Help me decide on breed

Discussion in 'Geese' started by jtn42248, Feb 24, 2014.

  1. jtn42248

    jtn42248 Overrun With Chickens

    I am going to add geese to my farm family. I currently have 25 chicks that will be going out to the coop in a few weeks. I have been preparing a place for the geese in an adjoining coop/barn with a really large run and a forage area that is fenced in adjoining that. What I am thinking is getting two pair but I am caught between two breeds. So, HELP...

    I am looking at either Brown Chinese or Embdens (have given some extra consideration to Grey Saddleback Pomeranians). I want geese that will not be too aggressive (except during breeding season), that will lay eggs and at the appropriate time go broody and sit them, that do not have a tendency to fly.

    Are any of my choices right or would you suggest something else?

    Thanks,
    Jon
     
  2. flockman

    flockman Chillin' With My Peeps

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    American buffs and pilgrims are known to be more docile than other breeds. I have buffs and love them. My gander is not as aggressive as embdens of a friend of mine. I hear Chinese are aggressive and flyers.
     
  3. jtn42248

    jtn42248 Overrun With Chickens

    Thanks, I will give a gander (pun intended) to the Buffs. I had read about Pilgrims but they seem to be pretty costly.
     
  4. livininbrazil

    livininbrazil Chillin' With My Peeps

    Just to balance out Flockman, who adores Buffs [​IMG], I adore my pilgrim-type geese. My ganders are so calm. They´re free-range, and have little tiffs between themselves at breeding time, but no big deal, they really work as a flock, and have never ever been aggressive with anyone beyond a hiss. And I can help myself to the goslings, the parents have that trust, even though they were raised free-range. They are capable of flying, and do a bit in the adolescent stage, then they settle and don´t seem to want to go anywhere else. Ten of my youngsters took off last week, only one went outside the fence, and wasn´t happy, so I had to make a hole in the fence so I could help her back in and they´ve not flown so close to the boundary since. [​IMG] We had a dozen visitors this past weekend, and we took them down to see the geese, no problem. They´re great.
     
  5. jtn42248

    jtn42248 Overrun With Chickens

    Well, after a little more research, it looks like Pilgrims it will be. Nice, friendly, good layers and mothers, small enough to manage. Now tell me this. I have a "coop" ready for them that measures 10 by 10 with at attached run that is about 20 by 40 and next to that a fenced in forage area that is about half an acre. I plan to include a small pool in their run that I will only fill a couple of time a week. They will be brooded inside my house in the same area that I have been brooding my chicks. I will be covering their run with chicken wire to keep flying predators out as well as them in and will not let them out into the forage area until they are adults.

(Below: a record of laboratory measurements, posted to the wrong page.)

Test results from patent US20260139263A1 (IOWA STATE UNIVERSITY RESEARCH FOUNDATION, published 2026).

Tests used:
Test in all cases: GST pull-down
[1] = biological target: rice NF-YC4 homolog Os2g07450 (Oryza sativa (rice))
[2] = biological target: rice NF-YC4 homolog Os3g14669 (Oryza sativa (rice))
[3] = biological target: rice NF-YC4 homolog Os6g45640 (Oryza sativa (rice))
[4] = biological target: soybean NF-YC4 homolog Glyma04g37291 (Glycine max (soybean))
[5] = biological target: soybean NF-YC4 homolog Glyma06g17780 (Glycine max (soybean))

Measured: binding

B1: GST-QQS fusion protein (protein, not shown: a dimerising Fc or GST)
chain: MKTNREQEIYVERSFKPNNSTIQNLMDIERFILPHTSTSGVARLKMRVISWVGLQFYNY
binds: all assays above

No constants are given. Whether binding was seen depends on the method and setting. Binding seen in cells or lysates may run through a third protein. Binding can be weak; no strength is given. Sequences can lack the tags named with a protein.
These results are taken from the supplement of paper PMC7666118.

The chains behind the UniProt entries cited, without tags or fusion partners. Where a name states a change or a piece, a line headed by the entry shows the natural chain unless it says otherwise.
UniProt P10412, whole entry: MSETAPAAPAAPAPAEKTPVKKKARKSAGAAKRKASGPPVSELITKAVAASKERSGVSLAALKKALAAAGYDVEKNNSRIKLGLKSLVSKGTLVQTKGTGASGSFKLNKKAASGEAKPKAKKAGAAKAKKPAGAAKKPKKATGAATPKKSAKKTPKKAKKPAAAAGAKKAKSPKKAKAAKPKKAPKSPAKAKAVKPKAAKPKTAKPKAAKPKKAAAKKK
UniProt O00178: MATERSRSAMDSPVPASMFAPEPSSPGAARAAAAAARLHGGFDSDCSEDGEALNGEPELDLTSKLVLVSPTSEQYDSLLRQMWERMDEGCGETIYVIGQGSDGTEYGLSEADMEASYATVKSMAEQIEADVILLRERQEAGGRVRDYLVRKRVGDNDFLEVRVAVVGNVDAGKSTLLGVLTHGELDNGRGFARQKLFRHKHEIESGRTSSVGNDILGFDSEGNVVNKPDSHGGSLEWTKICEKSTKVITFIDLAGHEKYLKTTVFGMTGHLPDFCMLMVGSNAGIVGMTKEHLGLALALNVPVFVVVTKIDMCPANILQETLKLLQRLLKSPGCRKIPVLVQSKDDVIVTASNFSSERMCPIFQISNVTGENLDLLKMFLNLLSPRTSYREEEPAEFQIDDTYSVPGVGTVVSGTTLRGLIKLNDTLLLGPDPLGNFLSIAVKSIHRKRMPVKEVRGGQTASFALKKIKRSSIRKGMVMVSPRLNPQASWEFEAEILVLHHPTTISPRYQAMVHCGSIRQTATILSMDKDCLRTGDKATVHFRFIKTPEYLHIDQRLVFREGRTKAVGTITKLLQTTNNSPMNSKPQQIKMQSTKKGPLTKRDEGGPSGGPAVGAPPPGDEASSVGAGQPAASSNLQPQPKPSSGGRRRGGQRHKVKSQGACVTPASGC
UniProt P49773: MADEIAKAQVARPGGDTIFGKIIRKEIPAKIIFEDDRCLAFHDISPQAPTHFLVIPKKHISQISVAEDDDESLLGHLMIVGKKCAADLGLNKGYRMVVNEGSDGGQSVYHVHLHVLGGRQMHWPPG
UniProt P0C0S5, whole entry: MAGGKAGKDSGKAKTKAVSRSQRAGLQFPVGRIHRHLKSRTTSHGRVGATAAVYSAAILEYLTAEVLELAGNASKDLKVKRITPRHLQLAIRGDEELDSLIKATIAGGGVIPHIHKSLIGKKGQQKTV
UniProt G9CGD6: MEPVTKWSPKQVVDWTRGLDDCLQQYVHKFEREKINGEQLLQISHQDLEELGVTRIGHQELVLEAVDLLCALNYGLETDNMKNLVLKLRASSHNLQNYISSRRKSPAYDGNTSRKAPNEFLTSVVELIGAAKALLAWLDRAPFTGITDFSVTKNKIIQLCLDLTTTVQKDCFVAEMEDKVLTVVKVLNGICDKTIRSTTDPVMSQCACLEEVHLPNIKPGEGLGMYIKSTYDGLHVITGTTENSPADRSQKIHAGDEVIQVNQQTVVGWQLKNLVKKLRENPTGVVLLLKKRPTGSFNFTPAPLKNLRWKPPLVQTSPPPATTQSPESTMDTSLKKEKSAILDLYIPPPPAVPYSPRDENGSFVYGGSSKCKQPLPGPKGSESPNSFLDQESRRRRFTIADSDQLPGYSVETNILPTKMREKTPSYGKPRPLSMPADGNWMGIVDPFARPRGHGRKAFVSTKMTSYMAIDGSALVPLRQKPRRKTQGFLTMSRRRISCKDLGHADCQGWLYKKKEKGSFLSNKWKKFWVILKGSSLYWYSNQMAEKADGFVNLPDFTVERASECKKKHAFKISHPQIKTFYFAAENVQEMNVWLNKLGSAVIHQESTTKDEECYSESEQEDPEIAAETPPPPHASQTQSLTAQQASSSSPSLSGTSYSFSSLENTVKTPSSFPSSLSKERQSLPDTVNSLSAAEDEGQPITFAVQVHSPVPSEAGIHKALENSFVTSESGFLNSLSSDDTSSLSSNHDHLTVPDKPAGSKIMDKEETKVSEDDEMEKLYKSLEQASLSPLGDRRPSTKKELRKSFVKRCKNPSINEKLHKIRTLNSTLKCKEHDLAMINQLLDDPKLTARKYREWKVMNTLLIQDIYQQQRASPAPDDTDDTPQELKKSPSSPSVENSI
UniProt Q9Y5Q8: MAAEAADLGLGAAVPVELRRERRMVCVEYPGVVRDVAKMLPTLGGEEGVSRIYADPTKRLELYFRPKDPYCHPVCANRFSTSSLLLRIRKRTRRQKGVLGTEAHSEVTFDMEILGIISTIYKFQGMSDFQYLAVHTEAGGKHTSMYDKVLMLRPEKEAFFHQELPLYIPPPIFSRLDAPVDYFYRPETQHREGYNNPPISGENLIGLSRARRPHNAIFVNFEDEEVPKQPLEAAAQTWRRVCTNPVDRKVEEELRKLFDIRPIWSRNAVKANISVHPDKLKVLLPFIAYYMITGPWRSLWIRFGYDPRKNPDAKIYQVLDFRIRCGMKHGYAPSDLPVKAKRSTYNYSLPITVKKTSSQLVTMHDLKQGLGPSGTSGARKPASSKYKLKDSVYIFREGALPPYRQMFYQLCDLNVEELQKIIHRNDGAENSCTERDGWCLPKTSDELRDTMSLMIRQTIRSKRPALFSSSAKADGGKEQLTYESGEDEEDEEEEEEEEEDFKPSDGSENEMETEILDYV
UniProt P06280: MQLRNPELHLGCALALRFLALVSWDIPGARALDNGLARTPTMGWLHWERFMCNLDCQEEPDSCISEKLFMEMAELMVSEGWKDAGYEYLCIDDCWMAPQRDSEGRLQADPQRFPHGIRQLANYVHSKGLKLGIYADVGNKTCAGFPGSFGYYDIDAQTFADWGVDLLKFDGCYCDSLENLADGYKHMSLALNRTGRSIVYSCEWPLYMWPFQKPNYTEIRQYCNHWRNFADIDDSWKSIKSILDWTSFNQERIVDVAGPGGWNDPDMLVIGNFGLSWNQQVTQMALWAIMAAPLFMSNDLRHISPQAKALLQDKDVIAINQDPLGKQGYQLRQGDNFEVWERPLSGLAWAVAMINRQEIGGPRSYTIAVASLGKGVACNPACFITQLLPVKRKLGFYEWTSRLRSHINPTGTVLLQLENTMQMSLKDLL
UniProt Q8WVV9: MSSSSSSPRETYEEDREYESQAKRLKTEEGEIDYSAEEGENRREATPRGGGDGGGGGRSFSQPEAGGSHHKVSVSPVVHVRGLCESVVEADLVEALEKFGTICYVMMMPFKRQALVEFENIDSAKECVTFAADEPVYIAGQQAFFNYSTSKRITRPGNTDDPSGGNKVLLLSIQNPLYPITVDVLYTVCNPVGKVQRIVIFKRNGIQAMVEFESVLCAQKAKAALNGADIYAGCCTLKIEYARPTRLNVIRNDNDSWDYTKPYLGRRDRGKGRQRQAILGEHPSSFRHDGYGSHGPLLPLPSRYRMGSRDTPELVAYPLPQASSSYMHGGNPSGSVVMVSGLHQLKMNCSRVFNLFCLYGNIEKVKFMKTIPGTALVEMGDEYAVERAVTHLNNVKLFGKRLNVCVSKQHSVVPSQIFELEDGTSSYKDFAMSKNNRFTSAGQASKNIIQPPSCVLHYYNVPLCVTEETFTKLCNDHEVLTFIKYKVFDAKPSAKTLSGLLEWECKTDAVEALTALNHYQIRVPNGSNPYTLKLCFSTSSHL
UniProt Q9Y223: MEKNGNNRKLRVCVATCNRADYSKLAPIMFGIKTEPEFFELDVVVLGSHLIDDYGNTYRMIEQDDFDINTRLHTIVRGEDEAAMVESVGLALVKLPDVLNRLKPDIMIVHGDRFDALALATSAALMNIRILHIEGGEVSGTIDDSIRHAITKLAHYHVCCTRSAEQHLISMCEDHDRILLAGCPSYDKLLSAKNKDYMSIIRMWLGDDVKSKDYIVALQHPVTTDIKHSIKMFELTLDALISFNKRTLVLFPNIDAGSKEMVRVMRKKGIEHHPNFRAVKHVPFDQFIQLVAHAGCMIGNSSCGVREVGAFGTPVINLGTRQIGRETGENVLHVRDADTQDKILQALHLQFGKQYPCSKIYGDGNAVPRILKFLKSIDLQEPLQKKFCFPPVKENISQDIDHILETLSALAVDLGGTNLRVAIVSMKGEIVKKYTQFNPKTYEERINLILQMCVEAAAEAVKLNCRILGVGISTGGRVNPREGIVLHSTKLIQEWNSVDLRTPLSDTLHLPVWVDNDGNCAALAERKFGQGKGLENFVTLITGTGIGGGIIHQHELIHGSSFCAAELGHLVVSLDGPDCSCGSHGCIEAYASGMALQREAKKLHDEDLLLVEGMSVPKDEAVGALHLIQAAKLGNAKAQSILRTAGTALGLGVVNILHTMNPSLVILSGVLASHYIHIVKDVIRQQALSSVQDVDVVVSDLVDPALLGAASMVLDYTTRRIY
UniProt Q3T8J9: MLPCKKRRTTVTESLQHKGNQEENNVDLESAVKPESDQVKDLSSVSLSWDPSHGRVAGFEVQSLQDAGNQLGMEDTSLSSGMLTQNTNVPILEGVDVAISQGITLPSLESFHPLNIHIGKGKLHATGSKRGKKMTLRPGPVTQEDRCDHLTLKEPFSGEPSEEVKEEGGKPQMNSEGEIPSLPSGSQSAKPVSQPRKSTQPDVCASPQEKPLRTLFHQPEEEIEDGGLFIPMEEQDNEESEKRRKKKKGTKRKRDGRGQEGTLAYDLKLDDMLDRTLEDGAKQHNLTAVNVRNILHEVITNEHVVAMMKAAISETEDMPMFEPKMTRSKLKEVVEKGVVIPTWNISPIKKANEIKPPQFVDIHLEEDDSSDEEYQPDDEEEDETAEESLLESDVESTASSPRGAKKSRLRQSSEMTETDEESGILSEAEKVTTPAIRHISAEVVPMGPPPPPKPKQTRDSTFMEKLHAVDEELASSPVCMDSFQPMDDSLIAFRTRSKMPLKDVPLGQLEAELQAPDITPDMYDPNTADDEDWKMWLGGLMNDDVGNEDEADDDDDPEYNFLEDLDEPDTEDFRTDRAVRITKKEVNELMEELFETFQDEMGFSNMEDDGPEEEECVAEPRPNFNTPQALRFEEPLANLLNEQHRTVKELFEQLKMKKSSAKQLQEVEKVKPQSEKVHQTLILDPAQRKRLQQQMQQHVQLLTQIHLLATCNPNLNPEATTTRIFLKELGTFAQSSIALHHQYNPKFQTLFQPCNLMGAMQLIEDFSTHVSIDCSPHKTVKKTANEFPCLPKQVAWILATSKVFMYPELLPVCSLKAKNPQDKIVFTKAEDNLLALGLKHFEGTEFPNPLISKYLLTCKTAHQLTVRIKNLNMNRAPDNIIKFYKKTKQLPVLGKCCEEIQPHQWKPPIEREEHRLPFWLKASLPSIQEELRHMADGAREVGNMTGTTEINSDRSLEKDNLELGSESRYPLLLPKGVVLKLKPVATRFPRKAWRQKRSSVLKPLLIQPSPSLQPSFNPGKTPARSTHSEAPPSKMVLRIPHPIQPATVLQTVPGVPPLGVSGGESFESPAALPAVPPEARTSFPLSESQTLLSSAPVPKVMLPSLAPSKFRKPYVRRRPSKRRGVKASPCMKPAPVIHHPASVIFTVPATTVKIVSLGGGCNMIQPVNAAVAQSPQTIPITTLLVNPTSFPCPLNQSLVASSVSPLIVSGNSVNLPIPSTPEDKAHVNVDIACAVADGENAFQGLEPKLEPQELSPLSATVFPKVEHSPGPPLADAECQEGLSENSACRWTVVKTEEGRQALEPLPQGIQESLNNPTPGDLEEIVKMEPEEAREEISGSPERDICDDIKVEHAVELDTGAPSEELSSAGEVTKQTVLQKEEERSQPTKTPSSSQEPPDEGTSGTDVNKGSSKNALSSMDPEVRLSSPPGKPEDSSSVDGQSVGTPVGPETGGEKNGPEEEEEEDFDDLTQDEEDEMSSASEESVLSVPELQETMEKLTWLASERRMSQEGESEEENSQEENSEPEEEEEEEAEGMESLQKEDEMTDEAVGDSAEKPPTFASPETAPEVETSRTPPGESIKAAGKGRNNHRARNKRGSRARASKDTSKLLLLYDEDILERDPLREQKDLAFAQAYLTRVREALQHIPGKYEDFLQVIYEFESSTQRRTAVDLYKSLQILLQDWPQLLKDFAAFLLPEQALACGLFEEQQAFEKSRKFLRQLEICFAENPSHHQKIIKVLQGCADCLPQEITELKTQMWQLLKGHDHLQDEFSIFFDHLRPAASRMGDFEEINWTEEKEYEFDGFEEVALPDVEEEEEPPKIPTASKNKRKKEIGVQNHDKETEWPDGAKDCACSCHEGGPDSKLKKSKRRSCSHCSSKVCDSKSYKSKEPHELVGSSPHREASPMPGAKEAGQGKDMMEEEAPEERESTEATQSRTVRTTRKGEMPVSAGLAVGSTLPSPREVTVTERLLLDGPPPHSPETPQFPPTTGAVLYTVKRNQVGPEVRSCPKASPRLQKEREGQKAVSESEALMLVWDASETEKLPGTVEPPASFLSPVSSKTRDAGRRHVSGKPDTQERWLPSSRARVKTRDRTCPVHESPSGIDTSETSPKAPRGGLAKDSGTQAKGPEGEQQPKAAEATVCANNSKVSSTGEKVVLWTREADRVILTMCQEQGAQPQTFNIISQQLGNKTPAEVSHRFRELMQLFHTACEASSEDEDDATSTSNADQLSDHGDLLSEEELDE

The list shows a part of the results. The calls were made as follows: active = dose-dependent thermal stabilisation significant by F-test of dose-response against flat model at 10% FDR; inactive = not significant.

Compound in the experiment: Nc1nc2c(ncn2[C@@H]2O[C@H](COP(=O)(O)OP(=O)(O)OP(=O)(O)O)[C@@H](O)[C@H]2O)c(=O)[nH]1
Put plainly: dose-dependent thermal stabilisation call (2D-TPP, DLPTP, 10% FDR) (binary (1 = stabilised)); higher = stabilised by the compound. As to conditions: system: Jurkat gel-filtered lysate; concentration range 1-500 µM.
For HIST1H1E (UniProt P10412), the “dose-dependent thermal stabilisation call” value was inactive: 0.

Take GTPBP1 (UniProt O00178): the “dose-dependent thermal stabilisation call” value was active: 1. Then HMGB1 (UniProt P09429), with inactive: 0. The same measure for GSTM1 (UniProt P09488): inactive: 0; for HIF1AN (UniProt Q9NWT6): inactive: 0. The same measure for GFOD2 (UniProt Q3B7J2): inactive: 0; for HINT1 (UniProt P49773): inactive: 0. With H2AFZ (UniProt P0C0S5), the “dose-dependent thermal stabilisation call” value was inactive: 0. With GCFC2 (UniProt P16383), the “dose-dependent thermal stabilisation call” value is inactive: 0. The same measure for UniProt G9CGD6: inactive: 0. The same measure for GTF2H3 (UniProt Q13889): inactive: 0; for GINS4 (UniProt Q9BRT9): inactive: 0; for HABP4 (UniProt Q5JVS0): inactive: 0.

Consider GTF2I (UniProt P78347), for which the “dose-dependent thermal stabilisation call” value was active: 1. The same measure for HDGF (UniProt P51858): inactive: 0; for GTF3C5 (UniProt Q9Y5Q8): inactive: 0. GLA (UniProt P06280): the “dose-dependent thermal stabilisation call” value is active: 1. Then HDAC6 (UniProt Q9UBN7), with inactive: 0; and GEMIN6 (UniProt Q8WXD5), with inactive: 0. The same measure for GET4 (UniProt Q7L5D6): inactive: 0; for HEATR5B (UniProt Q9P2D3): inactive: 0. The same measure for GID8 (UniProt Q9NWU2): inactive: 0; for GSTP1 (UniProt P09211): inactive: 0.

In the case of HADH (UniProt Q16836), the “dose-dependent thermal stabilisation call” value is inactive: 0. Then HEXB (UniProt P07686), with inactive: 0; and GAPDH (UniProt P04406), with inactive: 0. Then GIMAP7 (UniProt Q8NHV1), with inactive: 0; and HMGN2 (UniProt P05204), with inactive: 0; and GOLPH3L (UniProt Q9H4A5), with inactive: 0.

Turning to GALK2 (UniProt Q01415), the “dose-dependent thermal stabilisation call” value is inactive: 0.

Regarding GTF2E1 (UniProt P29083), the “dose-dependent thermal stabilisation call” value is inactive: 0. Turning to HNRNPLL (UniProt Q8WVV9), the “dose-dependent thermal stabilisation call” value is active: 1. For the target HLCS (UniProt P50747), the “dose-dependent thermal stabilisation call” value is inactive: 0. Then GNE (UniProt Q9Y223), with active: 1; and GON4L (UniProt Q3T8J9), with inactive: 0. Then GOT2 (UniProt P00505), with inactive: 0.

Does that sound like adequate for two pair or would I be better off going with one male and 2 or 3 females?

    Also, how should I set up their coop? Do they need roost like chickens? When they go broody and nest should I provide a separate nest for that apart from their coop?

    Thanks,
    Jon
     
  6. livininbrazil

    livininbrazil Chillin' With My Peeps

    I´ve found that they´re happier in a couple than a trio. Your arrangement there sounds good. You may find it much easier to just get a pair, let them breed and enjoy them. With two pairs you may need to separate them at breeding time if they get too on top of each other. Or they may be fine. In the forage area you shouldn´t have any problems, but if both pairs decide to nest in close proximity, there´ll be some squabbling. In that case, it may be easier to section off an area for each pair during this time. go with the flow. You could always get a pair this year, get the hang of it, then get another pair next year. The older ones could well adopt the youngsters next year if you should decide to do it that way (instead of them rearing their own the first year).

    A note on the pool..if you only intend to fill it a couple of times a week, you´ll want to be careful of it getting fouled, as geese poop like mad, even worse in water. Best to chuck the water out the same day that they´ve had a good splash around, or at the latest the day after. Also, geese prefer to mate in water, and it´ll be more successful.

    Geese don´t roost, they like to stay out in the rain, they don´t sleep much at night, so continually talk quietly to each other and walk about.
    They like to nest in a depression in the ground, (but I tend to use old oil-drums on their sides, supported by a brick, and filled with hay.) in a quiet hidden-away place. If you only have one pair, the coop will be fine for them to nest. Once a goose has decided on a place, it can be very difficult to persuade her to use a different one.
    The greatest part of a goose´s diet is grass, so greens are super important. They also need vit B3, niacin in their diet.
    Enjoy your goslings, however many you get! [​IMG]
     
  7. servpolice

    servpolice Chillin' With My Peeps Premium Member

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    Buff african or brown africans will suit you not just because i love them but they are calm nice lay 30 eggs and cant fly at all
     

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